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Varvin, S. (2005). Humiliation and the victim identity in conditions of political and violent conflict. Scand. Psychoanal. Rev., 28(1):40-49.

(2005). Scandinavian Psychoanalytic Review, 28(1):40-49

Humiliation and the victim identity in conditions of political and violent conflict

Sverre Varvin, M.D., Phil.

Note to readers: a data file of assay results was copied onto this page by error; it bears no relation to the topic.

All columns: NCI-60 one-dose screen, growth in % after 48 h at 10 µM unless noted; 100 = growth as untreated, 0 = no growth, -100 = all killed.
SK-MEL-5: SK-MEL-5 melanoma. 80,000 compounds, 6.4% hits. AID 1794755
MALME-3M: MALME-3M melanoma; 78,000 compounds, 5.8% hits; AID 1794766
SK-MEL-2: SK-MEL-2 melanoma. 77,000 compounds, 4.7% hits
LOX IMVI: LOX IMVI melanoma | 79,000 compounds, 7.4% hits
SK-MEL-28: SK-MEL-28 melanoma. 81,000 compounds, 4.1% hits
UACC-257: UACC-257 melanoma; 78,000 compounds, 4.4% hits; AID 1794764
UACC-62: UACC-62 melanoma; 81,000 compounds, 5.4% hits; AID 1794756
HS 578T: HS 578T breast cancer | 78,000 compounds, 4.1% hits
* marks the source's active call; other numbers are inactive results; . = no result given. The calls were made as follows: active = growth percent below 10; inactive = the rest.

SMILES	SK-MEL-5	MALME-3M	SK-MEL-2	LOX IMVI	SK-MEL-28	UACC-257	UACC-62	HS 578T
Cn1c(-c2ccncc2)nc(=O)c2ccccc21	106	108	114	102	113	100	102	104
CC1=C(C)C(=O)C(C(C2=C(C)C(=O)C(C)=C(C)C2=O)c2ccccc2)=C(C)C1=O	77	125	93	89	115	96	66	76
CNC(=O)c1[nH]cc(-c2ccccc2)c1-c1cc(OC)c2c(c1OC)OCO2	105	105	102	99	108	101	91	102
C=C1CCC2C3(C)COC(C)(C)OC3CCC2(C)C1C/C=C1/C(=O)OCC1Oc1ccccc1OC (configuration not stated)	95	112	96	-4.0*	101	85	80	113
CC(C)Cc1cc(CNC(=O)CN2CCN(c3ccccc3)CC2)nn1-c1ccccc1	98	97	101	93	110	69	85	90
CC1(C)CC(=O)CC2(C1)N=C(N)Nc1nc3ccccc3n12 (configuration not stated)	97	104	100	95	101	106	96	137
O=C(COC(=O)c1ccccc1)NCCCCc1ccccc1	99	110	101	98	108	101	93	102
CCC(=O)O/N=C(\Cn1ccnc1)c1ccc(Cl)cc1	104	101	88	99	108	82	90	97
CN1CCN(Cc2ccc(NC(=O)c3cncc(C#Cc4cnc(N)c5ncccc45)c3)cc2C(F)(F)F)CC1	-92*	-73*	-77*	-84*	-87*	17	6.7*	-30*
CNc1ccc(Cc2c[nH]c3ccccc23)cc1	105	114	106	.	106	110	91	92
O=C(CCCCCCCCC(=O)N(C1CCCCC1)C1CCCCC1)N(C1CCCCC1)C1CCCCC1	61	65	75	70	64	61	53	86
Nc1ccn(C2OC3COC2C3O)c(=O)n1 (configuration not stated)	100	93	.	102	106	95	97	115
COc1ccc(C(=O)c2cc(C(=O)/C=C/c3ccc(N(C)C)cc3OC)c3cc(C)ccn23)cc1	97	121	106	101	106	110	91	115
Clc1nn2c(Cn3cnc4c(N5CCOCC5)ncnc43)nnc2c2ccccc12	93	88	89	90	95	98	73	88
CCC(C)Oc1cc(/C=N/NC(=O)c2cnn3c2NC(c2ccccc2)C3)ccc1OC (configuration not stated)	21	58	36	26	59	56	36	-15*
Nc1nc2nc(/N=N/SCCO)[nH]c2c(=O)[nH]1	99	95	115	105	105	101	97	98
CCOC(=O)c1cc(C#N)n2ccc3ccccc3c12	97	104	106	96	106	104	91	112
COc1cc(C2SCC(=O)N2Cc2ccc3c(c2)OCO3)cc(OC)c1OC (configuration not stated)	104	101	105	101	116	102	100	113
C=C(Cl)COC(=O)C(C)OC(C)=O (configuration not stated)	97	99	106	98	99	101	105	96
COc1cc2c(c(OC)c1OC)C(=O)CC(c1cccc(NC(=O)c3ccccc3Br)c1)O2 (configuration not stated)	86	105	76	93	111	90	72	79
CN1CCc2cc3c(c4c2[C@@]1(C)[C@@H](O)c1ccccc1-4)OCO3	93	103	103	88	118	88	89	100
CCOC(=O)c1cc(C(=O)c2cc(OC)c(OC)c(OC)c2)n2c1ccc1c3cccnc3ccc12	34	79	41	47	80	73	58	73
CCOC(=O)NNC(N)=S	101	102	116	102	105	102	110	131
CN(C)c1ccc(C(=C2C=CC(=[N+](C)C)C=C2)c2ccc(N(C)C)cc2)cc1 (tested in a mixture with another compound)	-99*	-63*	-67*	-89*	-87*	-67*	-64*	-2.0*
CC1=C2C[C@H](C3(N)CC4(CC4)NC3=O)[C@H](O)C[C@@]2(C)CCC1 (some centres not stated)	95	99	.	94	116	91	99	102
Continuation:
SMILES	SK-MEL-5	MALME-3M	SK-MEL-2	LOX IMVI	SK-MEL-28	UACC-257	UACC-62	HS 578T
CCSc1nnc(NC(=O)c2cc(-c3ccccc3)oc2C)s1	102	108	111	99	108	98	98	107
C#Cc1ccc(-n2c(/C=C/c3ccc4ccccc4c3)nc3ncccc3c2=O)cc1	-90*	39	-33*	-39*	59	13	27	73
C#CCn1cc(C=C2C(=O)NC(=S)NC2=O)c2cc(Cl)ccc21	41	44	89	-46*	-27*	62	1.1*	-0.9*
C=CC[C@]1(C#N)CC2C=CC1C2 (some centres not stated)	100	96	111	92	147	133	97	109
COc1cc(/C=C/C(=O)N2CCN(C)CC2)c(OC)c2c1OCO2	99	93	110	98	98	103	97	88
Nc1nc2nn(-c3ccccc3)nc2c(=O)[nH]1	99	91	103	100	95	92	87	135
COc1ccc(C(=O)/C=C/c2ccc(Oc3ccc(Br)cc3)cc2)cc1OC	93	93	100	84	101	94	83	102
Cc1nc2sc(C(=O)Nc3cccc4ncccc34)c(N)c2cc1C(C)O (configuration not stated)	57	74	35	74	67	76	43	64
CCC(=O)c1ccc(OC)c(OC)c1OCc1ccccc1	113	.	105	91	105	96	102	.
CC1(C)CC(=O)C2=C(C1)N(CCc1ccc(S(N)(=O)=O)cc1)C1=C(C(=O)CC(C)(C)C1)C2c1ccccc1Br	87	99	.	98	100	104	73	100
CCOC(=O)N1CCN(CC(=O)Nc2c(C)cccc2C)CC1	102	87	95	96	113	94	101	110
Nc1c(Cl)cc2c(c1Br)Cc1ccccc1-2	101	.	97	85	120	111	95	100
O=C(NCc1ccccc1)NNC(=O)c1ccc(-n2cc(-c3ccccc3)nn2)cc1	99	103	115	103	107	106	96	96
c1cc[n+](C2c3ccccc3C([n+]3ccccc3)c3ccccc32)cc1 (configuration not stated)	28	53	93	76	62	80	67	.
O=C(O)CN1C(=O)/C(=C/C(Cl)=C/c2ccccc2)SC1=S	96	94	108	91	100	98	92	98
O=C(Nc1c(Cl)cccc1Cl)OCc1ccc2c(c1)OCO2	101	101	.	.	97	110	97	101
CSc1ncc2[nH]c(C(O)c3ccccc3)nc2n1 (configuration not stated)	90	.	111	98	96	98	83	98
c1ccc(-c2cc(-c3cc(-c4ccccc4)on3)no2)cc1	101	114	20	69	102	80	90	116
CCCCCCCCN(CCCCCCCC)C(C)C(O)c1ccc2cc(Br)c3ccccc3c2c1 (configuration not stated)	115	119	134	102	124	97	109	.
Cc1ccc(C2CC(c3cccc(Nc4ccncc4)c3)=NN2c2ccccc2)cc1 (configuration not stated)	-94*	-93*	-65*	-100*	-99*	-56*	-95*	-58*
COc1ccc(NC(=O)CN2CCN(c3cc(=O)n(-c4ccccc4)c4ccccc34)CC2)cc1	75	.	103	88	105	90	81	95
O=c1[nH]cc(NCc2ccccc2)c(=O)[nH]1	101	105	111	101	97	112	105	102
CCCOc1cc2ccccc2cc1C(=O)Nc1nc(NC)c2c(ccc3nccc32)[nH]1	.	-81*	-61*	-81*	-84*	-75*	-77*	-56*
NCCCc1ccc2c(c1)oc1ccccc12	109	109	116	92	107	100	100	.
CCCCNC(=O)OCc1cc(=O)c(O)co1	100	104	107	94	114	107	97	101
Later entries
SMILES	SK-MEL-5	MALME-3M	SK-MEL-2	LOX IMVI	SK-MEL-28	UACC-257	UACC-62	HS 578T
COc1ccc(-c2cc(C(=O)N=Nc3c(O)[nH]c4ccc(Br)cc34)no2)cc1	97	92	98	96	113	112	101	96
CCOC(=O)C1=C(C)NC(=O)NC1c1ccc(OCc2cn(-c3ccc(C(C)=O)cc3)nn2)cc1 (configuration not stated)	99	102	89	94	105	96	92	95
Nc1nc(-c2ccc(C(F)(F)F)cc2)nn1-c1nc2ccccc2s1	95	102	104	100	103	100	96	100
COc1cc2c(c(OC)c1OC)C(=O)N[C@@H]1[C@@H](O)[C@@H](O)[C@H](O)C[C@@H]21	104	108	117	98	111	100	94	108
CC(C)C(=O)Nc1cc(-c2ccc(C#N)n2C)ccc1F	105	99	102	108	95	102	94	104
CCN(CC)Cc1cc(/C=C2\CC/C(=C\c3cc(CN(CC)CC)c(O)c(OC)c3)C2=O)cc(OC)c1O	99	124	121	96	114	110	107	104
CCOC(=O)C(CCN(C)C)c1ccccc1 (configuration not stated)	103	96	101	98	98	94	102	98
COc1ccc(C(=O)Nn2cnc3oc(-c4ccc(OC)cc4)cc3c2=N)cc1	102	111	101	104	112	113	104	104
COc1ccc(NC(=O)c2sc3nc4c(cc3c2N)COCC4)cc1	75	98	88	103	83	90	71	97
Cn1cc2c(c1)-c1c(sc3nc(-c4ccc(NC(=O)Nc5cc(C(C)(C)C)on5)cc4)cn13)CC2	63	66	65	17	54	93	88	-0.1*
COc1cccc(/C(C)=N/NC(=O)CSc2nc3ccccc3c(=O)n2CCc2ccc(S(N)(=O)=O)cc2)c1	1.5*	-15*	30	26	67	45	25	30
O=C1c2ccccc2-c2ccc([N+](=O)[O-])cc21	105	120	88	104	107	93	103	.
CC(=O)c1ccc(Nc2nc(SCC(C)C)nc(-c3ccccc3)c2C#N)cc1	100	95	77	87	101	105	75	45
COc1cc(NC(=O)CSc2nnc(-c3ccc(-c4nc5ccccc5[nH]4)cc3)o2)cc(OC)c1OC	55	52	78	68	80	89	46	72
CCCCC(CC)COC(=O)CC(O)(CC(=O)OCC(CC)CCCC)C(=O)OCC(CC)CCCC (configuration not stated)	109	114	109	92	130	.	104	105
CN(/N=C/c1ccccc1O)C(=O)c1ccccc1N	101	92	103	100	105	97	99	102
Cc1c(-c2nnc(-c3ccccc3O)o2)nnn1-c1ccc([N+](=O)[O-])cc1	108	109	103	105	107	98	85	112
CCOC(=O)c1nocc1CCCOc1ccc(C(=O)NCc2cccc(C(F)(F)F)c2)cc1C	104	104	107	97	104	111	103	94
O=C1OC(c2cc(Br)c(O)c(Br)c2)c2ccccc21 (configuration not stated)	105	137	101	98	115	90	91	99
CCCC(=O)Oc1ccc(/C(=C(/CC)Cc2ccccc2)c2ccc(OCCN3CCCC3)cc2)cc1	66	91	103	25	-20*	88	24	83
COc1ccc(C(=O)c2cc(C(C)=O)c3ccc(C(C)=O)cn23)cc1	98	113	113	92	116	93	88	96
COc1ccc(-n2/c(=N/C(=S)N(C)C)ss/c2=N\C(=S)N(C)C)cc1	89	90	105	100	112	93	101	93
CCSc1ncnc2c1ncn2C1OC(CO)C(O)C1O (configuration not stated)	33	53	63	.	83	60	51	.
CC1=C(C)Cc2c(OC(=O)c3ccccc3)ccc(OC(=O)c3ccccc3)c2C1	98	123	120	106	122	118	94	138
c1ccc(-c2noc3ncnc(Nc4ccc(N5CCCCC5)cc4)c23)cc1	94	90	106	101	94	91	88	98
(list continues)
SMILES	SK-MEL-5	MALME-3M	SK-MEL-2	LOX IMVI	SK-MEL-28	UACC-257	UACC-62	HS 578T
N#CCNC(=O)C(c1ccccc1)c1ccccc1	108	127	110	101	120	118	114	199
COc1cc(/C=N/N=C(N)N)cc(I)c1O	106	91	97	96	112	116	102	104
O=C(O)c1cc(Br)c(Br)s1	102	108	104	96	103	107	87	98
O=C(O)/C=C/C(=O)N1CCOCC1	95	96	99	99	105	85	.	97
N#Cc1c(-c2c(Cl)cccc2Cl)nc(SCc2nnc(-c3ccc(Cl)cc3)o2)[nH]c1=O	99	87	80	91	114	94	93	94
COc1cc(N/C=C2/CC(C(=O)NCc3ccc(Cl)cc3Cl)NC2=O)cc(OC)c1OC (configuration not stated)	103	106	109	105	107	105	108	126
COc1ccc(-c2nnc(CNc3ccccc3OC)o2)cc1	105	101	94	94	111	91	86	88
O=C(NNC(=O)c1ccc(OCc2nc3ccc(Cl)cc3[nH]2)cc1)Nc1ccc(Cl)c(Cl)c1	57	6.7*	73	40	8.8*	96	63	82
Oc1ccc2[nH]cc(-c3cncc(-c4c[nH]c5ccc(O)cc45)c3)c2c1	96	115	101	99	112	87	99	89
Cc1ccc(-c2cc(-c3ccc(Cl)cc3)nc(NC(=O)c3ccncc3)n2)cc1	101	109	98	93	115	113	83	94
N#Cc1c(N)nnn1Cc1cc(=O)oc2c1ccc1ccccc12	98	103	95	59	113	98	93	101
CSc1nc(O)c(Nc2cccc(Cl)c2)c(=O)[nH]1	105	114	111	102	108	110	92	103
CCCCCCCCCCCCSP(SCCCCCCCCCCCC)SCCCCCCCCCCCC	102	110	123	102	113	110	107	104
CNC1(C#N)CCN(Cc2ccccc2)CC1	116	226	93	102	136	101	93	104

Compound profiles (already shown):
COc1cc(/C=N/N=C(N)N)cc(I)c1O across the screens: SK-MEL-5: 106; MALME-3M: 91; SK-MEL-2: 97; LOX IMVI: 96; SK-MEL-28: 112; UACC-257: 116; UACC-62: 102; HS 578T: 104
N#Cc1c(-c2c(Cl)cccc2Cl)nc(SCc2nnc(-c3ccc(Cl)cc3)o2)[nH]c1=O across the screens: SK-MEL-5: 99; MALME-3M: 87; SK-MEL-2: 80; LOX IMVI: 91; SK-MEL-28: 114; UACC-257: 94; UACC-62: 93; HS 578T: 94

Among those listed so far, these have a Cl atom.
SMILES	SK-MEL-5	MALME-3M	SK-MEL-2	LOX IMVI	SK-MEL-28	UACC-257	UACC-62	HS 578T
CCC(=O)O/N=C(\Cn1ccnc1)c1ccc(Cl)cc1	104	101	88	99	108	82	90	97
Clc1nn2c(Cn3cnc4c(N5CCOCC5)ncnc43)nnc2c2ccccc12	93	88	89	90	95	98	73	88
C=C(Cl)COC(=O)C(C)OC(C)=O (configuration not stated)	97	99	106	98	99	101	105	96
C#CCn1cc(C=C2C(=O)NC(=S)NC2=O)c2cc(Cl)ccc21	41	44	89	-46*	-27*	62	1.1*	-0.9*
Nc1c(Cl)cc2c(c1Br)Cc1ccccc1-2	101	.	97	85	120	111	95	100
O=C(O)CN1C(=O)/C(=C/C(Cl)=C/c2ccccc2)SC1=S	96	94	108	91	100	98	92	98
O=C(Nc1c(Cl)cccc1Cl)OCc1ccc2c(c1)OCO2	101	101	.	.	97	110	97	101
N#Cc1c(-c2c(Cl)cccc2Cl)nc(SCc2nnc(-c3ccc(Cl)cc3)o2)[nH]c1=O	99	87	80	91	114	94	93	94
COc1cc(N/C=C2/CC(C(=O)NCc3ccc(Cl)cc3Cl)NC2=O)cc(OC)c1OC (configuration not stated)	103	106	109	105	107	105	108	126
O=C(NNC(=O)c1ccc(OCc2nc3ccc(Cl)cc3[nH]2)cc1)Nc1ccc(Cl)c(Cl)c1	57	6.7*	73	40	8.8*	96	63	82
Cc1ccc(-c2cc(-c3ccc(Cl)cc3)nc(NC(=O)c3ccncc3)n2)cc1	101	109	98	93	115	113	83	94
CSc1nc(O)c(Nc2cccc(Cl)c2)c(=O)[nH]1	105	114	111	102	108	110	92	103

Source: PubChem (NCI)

The humiliation and traumatization of political opponents during periods of violent and non-violent conflict can create deadlocked situations with great potential for regression, and may serve to aggravate the conflict or escalate the level of violence. In this article, I will examine this type of regressive dynamic. My point of departure is the current terror situation and the “war against terror” as it is being conducted in different parts of the world. The key concepts in this connection are violations of human rights, victim psychology, group processes and the development of regressive group identities. Political-ideological-religious discourses can serve to mediate between collective unconscious fantasies and the actual misery/humiliation experienced at group and individual levels. They can reinforce an identity as victim, and the significance of this identity is often underestimated when the background of terror and violent conflicts is being analysed.

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